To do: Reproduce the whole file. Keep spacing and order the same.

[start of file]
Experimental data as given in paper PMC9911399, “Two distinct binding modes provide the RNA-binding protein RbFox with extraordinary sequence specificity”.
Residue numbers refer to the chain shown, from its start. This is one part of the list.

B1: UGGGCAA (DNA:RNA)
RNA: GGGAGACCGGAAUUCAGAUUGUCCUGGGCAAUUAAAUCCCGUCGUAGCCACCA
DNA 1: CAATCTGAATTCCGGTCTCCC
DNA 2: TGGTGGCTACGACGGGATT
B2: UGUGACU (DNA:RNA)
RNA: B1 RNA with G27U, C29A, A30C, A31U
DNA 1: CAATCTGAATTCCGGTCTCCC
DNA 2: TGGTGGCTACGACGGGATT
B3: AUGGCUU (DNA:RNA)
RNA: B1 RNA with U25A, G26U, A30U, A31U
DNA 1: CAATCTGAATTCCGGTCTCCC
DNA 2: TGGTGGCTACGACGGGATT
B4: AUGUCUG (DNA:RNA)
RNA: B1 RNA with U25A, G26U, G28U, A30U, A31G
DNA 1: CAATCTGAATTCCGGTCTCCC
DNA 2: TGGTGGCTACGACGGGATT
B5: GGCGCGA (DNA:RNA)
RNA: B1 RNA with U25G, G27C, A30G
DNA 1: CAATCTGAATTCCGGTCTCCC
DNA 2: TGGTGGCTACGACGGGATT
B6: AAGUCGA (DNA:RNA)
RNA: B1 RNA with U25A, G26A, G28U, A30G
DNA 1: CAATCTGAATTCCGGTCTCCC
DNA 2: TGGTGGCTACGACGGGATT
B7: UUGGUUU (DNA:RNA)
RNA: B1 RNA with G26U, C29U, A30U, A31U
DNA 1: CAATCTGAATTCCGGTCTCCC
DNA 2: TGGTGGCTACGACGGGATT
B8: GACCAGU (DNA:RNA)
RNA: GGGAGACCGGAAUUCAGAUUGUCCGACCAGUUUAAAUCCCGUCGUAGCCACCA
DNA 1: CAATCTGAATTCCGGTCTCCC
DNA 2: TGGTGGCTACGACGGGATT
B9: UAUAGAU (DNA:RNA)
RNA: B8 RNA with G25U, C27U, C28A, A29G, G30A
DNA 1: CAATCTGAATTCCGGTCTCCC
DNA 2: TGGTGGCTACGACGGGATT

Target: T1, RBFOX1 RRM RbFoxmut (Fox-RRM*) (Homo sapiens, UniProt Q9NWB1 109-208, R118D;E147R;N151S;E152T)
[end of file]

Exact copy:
Experimental data as given in paper PMC9911399, “Two distinct binding modes provide the RNA-binding protein RbFox with extraordinary sequence specificity”.
Residue numbers refer to the chain shown, from its start. This is one part of the list.

B1: UGGGCAA (DNA:RNA)
RNA: GGGAGACCGGAAUUCAGAUUGUCCUGGGCAAUUAAAUCCCGUCGUAGCCACCA
DNA 1: CAATCTGAATTCCGGTCTCCC
DNA 2: TGGTGGCTACGACGGGATT
B2: UGUGACU (DNA:RNA)
RNA: B1 RNA with G27U, C29A, A30C, A31U
DNA 1: CAATCTGAATTCCGGTCTCCC
DNA 2: TGGTGGCTACGACGGGATT
B3: AUGGCUU (DNA:RNA)
RNA: B1 RNA with U25A, G26U, A30U, A31U
DNA 1: CAATCTGAATTCCGGTCTCCC
DNA 2: TGGTGGCTACGACGGGATT
B4: AUGUCUG (DNA:RNA)
RNA: B1 RNA with U25A, G26U, G28U, A30U, A31G
DNA 1: CAATCTGAATTCCGGTCTCCC
DNA 2: TGGTGGCTACGACGGGATT
B5: GGCGCGA (DNA:RNA)
RNA: B1 RNA with U25G, G27C, A30G
DNA 1: CAATCTGAATTCCGGTCTCCC
DNA 2: TGGTGGCTACGACGGGATT
B6: AAGUCGA (DNA:RNA)
RNA: B1 RNA with U25A, G26A, G28U, A30G
DNA 1: CAATCTGAATTCCGGTCTCCC
DNA 2: TGGTGGCTACGACGGGATT
B7: UUGGUUU (DNA:RNA)
RNA: B1 RNA with G26U, C29U, A30U, A31U
DNA 1: CAATCTGAATTCCGGTCTCCC
DNA 2: TGGTGGCTACGACGGGATT
B8: GACCAGU (DNA:RNA)
RNA: GGGAGACCGGAAUUCAGAUUGUCCGACCAGUUUAAAUCCCGUCGUAGCCACCA
DNA 1: CAATCTGAATTCCGGTCTCCC
DNA 2: TGGTGGCTACGACGGGATT
B9: UAUAGAU (DNA:RNA)
RNA: B8 RNA with G25U, C27U, C28A, A29G, G30A
DNA 1: CAATCTGAATTCCGGTCTCCC
DNA 2: TGGTGGCTACGACGGGATT

Target: T1, RBFOX1 RRM RbFoxmut (Fox-RRM*) (Homo sapiens, UniProt Q9NWB1 109-208, R118D;E147R;N151S;E152T)